my parents into driving me over to the beach until Hugh got a car, then we would head off after school or work. Eventually Hugh got a flat in the Mount and I would leave my board there and pushbike from Tauranga over the railway bridge.
I still remember my first brand-new custom board, it was a Greyseal 6ft wing pin, single fin. I worked so hard and saved my paper run money to buy that board — a whole $175! The Mount was pretty
cool back then, it was a tight-knit community and every spot had its crew, from Arataki, Clyde St,
Tay St all the way to Sutherland Ave and Main Beach.
How did the nickname ‘Grommo’ come about?
It was on the way to the national teams contest in Gisborne with a motley and intimidating crew
of surfers: Greg 'Spart' Rhodes, Cedric Bidios, Paul Bennett, Jeremy Williams etc. I was just a junior and Spart, who is a massive guy says, "Geez you’re a f*&ˆ$n little grommet,” and it stuck since then.
Tell us about Jordan Surfboards
I started the label around 1996. I've shaped 7490 boards and counting; 5000 of those were handshapes until I moved onto the shaping machine. I'm proud to have built a successful business and I've always strived to give clients a great service and fast turnaround. I'm extremely thankful
for the opportunity to make boards for local and international surfers. It's pretty cool when a customer comes back and says, “Hey, that board went amazing!"
What’s the process developing/shaping new boards for people?
When a surfer comes in to order a new custom board my goal is to fit the right design to their
surfing, so there’s a few specific questions: height, weight, ability level, the type of waves they
want to surf. This gets a lot easier when you've worked with a certain person for a few years
and you can really fine-tune their equipment. Guys like Alex Dive, Clint Reid and Owen Barnes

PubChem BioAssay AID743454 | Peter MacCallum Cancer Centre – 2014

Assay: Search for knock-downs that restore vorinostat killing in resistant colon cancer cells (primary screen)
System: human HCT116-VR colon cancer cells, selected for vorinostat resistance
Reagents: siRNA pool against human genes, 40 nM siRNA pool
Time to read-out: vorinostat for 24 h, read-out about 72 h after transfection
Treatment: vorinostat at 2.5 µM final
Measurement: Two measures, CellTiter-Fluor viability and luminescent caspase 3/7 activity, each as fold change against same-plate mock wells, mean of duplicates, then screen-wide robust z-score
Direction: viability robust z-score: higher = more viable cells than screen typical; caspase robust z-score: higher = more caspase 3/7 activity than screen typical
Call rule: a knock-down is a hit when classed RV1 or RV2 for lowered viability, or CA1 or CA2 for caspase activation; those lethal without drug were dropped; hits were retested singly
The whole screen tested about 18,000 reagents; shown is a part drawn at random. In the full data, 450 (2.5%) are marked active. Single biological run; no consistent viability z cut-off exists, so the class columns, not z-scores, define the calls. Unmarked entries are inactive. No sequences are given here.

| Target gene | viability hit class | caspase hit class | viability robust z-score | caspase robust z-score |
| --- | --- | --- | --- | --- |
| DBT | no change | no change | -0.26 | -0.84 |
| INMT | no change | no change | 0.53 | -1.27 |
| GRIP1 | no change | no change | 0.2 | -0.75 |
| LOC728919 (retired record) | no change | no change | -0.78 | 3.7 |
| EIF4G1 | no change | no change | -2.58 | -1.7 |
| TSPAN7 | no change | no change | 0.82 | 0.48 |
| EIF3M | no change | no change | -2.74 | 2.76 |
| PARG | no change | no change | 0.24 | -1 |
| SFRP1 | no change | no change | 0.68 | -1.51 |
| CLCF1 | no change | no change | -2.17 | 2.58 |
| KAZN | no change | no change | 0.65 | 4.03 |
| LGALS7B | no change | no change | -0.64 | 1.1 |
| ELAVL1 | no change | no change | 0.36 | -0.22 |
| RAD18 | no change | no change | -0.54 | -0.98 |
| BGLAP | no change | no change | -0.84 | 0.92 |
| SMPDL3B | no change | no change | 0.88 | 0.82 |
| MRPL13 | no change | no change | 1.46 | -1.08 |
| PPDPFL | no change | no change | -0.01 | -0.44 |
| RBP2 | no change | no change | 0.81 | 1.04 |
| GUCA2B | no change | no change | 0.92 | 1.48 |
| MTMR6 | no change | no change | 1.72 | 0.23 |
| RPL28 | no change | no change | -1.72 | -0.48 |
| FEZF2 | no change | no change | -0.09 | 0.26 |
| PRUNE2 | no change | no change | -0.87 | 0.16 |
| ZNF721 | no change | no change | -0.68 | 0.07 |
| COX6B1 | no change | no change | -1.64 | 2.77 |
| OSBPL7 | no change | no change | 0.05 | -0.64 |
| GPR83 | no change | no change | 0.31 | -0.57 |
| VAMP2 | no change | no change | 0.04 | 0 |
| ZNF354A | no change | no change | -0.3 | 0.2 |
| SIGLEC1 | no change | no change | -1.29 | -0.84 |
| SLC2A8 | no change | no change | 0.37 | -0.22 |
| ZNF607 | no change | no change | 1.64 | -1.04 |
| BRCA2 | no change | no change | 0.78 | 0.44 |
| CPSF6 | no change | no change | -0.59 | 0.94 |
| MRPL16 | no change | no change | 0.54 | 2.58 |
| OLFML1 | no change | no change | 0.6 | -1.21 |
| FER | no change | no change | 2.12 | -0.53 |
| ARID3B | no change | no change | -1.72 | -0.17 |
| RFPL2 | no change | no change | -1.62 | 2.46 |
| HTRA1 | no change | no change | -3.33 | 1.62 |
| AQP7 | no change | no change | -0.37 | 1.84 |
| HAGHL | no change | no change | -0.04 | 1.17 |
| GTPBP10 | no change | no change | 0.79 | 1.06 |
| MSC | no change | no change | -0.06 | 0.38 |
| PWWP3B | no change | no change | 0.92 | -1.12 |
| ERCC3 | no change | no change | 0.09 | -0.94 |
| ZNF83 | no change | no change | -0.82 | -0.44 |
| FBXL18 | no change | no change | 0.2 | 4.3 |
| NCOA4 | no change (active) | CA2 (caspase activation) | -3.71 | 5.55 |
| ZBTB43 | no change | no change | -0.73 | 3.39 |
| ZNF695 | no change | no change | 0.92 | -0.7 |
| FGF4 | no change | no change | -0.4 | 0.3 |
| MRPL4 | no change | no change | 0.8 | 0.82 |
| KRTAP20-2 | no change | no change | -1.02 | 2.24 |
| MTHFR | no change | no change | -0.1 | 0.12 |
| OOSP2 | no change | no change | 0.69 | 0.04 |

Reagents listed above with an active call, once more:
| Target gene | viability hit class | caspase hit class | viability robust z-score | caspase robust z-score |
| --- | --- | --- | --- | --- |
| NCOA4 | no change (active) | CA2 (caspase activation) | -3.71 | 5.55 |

have all helped me develop different designs and models.
How’s the scene changed from your younger days?
One thing I've noticed is the different groups of surfers now. Back in the early days we were all
on the same programme: we all surfed single fins, then we all surfed twins, then we all surfed thrusters. Nowadays, you have your performance guys, your longboard guys, your alternative
guys riding fishes, twins etc. I guess it's just all the old designs coming back into fashion and
being developed to perform even better than they used to with modern ideas. It's really cool
to see a lot more girls and young kids out surfing too. I love the dynamic in the water.
How is it to be still surfing at Matakana Island after 40 years?
I've travelled the world; Mexico, Indonesia, Japan, Australia, Tahiti… the list goes on, but nothing beats a special session surfing at Matakana Island, It’s home and where I feel the most comfortable.
It does get a lot harder as I get older but I try to keep my body in shape as best I can. The growth
in crowds has changed things too, as it adds a certain sense of suffocation in the lineup — I like
to have a bit of space and time to choose my waves, and things are just a little more intense over
there now. But hey, that's just evolution, I'm not bitter at all. I’m very grateful to have surfed the
best years over there - my first session was back in 1978!
"Andy’s surfing talent needs no introduction
- he rips, always has, always will. He surfs
all types of boards and this is reflected in his understanding of all shapes/designs.
He’s become one of NZ’s finest shapers and his boards hold up anywhere in the world."
Why are you heading to Japan?
My wife Keiko is from Japan and after doing nine trips there, you could say I've fallen in love with the country. My kids have all grown up and left home [Andy has four daughters from his first wife, Jo, plus six grandkids] and I feel young again! It feels like the right time to move. We have built a small house on one of the southern islands of Japan in the Ryu chain. It has a subtropical climate, really fun waves and a lot of beautiful countryside. I'm looking forward to a slower pace of life.
Story published in issue 29 of Our Place magazine.